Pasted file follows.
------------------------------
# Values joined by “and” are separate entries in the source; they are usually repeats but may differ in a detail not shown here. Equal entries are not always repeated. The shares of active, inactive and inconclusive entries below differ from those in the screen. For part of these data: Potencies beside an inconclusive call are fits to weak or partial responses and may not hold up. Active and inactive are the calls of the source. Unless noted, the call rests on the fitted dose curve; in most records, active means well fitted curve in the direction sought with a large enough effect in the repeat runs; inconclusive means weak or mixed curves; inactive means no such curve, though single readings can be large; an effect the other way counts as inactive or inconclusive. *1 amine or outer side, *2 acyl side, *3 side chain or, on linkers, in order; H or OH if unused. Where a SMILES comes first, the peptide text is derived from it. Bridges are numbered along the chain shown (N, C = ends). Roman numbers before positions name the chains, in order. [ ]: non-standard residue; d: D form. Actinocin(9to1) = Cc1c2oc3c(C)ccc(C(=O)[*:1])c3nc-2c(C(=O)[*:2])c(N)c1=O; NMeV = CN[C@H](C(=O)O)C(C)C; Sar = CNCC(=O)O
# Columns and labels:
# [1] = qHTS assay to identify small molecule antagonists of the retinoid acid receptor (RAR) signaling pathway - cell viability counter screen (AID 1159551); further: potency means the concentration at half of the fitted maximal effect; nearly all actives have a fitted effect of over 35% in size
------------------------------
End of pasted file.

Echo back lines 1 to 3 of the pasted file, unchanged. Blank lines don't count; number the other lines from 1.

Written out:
# Values joined by “and” are separate entries in the source; they are usually repeats but may differ in a detail not shown here. Equal entries are not always repeated. The shares of active, inactive and inconclusive entries below differ from those in the screen. For part of these data: Potencies beside an inconclusive call are fits to weak or partial responses and may not hold up. Active and inactive are the calls of the source. Unless noted, the call rests on the fitted dose curve; in most records, active means well fitted curve in the direction sought with a large enough effect in the repeat runs; inconclusive means weak or mixed curves; inactive means no such curve, though single readings can be large; an effect the other way counts as inactive or inconclusive. *1 amine or outer side, *2 acyl side, *3 side chain or, on linkers, in order; H or OH if unused. Where a SMILES comes first, the peptide text is derived from it. Bridges are numbered along the chain shown (N, C = ends). Roman numbers before positions name the chains, in order. [ ]: non-standard residue; d: D form. Actinocin(9to1) = Cc1c2oc3c(C)ccc(C(=O)[*:1])c3nc-2c(C(=O)[*:2])c(N)c1=O; NMeV = CN[C@H](C(=O)O)C(C)C; Sar = CNCC(=O)O
# Columns and labels:
# [1] = qHTS assay to identify small molecule antagonists of the retinoid acid receptor (RAR) signaling pathway - cell viability counter screen (AID 1159551); further: potency means the concentration at half of the fitted maximal effect; nearly all actives have a fitted effect of over 35% in size